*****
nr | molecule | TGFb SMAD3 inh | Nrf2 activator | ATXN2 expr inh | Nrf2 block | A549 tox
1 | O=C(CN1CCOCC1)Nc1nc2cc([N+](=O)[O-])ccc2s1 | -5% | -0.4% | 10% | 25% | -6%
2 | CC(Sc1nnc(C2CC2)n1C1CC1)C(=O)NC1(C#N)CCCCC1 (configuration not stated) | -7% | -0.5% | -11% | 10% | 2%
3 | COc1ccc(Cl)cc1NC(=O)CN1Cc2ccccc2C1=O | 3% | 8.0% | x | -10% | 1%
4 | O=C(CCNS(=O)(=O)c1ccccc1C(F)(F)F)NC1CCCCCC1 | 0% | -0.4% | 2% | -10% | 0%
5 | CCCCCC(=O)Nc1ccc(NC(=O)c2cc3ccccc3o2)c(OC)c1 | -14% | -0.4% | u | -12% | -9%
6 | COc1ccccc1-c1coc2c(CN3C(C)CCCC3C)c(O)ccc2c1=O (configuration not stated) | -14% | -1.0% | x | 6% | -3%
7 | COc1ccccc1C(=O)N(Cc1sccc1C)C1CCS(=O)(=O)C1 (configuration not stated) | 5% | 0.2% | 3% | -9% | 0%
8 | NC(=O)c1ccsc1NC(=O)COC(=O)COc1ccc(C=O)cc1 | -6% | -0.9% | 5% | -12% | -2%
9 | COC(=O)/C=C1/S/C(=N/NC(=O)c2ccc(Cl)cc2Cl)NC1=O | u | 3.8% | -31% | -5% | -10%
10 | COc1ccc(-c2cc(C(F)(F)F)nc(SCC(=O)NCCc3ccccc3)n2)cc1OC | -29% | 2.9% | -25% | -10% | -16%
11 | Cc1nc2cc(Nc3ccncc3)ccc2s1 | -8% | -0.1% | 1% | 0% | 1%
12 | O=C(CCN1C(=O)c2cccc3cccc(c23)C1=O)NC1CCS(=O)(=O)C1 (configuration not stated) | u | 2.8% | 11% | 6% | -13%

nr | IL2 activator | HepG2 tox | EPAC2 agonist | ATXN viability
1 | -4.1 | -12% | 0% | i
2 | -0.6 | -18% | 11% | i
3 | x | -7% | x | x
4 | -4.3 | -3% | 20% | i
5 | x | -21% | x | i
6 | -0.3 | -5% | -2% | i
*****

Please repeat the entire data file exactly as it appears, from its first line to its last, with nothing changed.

nr | molecule | TGFb SMAD3 inh | Nrf2 activator | ATXN2 expr inh | Nrf2 block | A549 tox
1 | O=C(CN1CCOCC1)Nc1nc2cc([N+](=O)[O-])ccc2s1 | -5% | -0.4% | 10% | 25% | -6%
2 | CC(Sc1nnc(C2CC2)n1C1CC1)C(=O)NC1(C#N)CCCCC1 (configuration not stated) | -7% | -0.5% | -11% | 10% | 2%
3 | COc1ccc(Cl)cc1NC(=O)CN1Cc2ccccc2C1=O | 3% | 8.0% | x | -10% | 1%
4 | O=C(CCNS(=O)(=O)c1ccccc1C(F)(F)F)NC1CCCCCC1 | 0% | -0.4% | 2% | -10% | 0%
5 | CCCCCC(=O)Nc1ccc(NC(=O)c2cc3ccccc3o2)c(OC)c1 | -14% | -0.4% | u | -12% | -9%
6 | COc1ccccc1-c1coc2c(CN3C(C)CCCC3C)c(O)ccc2c1=O (configuration not stated) | -14% | -1.0% | x | 6% | -3%
7 | COc1ccccc1C(=O)N(Cc1sccc1C)C1CCS(=O)(=O)C1 (configuration not stated) | 5% | 0.2% | 3% | -9% | 0%
8 | NC(=O)c1ccsc1NC(=O)COC(=O)COc1ccc(C=O)cc1 | -6% | -0.9% | 5% | -12% | -2%
9 | COC(=O)/C=C1/S/C(=N/NC(=O)c2ccc(Cl)cc2Cl)NC1=O | u | 3.8% | -31% | -5% | -10%
10 | COc1ccc(-c2cc(C(F)(F)F)nc(SCC(=O)NCCc3ccccc3)n2)cc1OC | -29% | 2.9% | -25% | -10% | -16%
11 | Cc1nc2cc(Nc3ccncc3)ccc2s1 | -8% | -0.1% | 1% | 0% | 1%
12 | O=C(CCN1C(=O)c2cccc3cccc(c23)C1=O)NC1CCS(=O)(=O)C1 (configuration not stated) | u | 2.8% | 11% | 6% | -13%

nr | IL2 activator | HepG2 tox | EPAC2 agonist | ATXN viability
1 | -4.1 | -12% | 0% | i
2 | -0.6 | -18% | 11% | i
3 | x | -7% | x | x
4 | -4.3 | -3% | 20% | i
5 | x | -21% | x | i
6 | -0.3 | -5% | -2% | i